LGPL license and 4 degree of freedom



  • Hi all.
    I'm working on a small software with Qt5 which control a small hardware by rs232 port.

    I read the LGPL obbligations.
    In particular the first degree of freedom is nebulous for me.

    It tells

    ... The freedom to run the program for any purpose...

    My software can work only if it is attached to the custom peripheral.
    How can I give the permission to use my software for any purpose if it can work on with my external hardware?

    Someone can explain me this matter?

    Best regards,
    MZ


  • Qt Champions 2016

    well you allow them to try.
    Even if we know it wont work.
    The point is users are granted the freedom to do it.

    Like I ask you , can I try with my hardware ?
    "Sure, but the protocol is different."



  • Ok, but in this case I need to give the protocol to use my hardware?
    I think no because the firmware of the hardware is not licensed under LGPL.


  • Qt Champions 2016

    well if purely in the hardware then not.

    Af far I as understand so far, if you dynamic link to Qt,
    you are not required to supply source code for your application.
    I could be wrong though.



  • Hi there,

    If your program is using Qt for commercial purpose and you haven't paid the license fee, then you are require to make it opensource. It doesn't matter whether you are linking it dynamically or statically to Qt libraries.

    Thanks,
    Anant Agrawal


  • Qt Champions 2016

    @AnantAgrawal
    hi
    Can you show me where you get that from ? as it dynamic linking is
    “work that uses the library" and you are not in that case required to give the source
    to "the work"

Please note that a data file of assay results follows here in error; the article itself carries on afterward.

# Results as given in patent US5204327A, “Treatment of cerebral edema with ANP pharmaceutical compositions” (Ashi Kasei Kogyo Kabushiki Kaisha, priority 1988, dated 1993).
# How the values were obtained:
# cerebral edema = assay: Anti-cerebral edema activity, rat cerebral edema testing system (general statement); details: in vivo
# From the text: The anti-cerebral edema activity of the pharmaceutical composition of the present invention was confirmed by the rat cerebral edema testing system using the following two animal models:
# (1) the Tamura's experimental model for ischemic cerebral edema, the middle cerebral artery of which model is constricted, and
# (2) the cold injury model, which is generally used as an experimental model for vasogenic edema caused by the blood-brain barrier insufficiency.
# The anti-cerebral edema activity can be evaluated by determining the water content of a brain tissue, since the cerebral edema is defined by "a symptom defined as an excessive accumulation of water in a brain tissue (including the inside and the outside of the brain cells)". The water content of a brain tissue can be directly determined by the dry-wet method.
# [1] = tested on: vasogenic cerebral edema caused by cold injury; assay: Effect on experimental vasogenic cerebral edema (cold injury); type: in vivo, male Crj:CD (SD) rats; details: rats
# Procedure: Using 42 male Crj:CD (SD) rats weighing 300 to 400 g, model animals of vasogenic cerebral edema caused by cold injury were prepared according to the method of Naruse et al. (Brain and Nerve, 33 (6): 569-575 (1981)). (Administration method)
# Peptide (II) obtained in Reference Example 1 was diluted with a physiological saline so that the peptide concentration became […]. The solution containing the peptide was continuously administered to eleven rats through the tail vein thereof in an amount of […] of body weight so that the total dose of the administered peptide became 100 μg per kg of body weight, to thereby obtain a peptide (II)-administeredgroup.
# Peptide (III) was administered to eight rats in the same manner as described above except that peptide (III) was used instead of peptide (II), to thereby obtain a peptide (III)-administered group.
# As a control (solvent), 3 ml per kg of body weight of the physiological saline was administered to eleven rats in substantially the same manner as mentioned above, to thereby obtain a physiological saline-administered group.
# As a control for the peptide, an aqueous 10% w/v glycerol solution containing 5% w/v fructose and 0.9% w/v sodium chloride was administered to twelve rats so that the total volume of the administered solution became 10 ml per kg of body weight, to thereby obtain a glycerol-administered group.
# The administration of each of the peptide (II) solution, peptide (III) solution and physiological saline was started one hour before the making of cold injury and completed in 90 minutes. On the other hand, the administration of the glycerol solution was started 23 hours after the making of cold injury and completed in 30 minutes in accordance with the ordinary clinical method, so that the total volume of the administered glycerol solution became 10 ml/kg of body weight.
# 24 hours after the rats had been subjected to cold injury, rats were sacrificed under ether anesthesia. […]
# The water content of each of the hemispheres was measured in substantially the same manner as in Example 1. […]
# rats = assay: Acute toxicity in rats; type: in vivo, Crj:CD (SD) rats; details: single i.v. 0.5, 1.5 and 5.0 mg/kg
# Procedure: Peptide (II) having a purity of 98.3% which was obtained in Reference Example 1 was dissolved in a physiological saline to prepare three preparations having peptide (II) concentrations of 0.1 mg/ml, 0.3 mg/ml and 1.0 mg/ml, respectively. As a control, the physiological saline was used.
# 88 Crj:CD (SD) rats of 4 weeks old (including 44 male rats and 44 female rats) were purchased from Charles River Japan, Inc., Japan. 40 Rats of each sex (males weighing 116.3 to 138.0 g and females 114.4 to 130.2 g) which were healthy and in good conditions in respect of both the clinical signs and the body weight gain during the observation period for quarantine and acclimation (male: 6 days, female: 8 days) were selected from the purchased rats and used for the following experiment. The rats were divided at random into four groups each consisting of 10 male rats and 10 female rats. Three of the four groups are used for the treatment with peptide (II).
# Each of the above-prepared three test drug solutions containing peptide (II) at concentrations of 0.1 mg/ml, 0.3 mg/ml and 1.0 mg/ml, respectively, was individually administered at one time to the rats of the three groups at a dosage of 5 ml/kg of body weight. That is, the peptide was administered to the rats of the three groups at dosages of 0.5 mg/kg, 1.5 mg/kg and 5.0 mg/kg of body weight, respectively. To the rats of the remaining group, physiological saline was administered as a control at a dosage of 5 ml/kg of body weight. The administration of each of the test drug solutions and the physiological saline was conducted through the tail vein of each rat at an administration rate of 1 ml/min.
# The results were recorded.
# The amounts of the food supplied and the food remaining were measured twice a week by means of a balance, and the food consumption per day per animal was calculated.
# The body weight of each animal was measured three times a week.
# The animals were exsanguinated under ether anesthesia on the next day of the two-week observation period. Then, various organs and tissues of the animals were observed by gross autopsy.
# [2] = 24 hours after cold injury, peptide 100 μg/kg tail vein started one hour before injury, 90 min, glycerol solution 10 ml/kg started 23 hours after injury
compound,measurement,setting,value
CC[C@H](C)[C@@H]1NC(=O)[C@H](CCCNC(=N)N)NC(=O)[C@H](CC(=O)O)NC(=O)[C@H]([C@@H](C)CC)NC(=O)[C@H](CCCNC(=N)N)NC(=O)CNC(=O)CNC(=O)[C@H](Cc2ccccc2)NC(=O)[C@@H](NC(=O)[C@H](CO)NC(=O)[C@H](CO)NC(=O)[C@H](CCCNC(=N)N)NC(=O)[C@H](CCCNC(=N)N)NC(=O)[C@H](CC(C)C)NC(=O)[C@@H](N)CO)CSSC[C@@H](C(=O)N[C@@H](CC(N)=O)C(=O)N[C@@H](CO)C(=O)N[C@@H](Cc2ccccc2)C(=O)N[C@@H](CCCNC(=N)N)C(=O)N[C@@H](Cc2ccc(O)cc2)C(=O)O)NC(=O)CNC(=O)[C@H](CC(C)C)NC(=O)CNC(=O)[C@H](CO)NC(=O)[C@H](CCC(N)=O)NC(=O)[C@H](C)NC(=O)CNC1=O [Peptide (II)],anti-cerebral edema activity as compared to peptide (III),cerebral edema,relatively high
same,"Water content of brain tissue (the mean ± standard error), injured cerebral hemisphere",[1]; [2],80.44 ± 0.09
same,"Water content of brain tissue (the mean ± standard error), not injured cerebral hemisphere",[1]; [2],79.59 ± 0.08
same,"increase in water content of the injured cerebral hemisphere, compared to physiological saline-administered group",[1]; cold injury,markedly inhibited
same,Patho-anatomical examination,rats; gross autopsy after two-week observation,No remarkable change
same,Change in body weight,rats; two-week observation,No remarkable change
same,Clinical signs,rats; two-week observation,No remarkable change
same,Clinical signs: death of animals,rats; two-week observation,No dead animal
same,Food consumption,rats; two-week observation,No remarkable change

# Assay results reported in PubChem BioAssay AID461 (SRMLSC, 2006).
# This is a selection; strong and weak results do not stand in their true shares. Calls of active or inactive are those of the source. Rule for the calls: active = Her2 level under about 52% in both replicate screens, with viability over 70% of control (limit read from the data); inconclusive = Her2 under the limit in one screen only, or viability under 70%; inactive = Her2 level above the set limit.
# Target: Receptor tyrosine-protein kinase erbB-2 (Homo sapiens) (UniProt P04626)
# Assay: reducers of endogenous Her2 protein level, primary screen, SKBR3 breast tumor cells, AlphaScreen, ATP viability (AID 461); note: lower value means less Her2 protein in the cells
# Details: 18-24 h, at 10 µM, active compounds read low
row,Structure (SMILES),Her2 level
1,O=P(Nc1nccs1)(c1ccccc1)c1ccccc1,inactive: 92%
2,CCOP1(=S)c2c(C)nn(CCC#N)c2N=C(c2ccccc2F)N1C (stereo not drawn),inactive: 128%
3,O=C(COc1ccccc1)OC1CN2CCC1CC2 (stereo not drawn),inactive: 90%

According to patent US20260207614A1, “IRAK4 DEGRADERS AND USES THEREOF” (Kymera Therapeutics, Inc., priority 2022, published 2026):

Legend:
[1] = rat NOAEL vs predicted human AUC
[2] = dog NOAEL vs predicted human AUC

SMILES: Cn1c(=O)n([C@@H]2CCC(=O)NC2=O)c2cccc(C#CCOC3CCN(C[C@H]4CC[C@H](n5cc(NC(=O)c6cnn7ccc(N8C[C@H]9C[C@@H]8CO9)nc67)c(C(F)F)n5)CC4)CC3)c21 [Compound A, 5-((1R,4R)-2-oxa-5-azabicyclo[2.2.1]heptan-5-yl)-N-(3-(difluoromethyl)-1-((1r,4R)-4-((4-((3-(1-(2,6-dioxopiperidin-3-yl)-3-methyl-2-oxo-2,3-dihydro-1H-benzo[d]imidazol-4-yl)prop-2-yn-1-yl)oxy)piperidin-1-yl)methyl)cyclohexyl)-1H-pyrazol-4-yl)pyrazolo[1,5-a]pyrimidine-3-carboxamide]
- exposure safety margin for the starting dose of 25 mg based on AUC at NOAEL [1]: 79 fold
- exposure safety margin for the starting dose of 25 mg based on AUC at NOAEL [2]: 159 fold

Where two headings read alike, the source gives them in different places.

https://forum.qt.io/topic/23549/licensing-confusion-with-qt5-solved/4



  • @AnantAgrawal said:

    If your program is using Qt for commercial purpose and you haven't paid the license fee, then you are require to make it opensource. It doesn't matter whether you are linking it dynamically or statically to Qt libraries.

    I think Anant meant: "if you use the LGPL version and modify Qt source code, then you have to pusblish your changes"


  • Qt Champions 2016

    @JulienMaille said:
    Ok. well that is correct.
    Scared me for a moment :)



  • Hi @mrjj & @JulienMaille,

    Thanks to both of you for your comments. I was clear on publishing my changes done in Qt sources if working with LGPL license.

    What I misunderstood was the licensing for applications developed using Qt. I was under the impression that an application used for proprietary usage (irrespective of linkage - dynamic or static) requires purchase of license.

    The truth is that if an application is developed using dynamic linkage with Qt libraries, then purchasing of license is not required. Please correct me if I still got it wrong.

    Regards,
    Anant Agrawal


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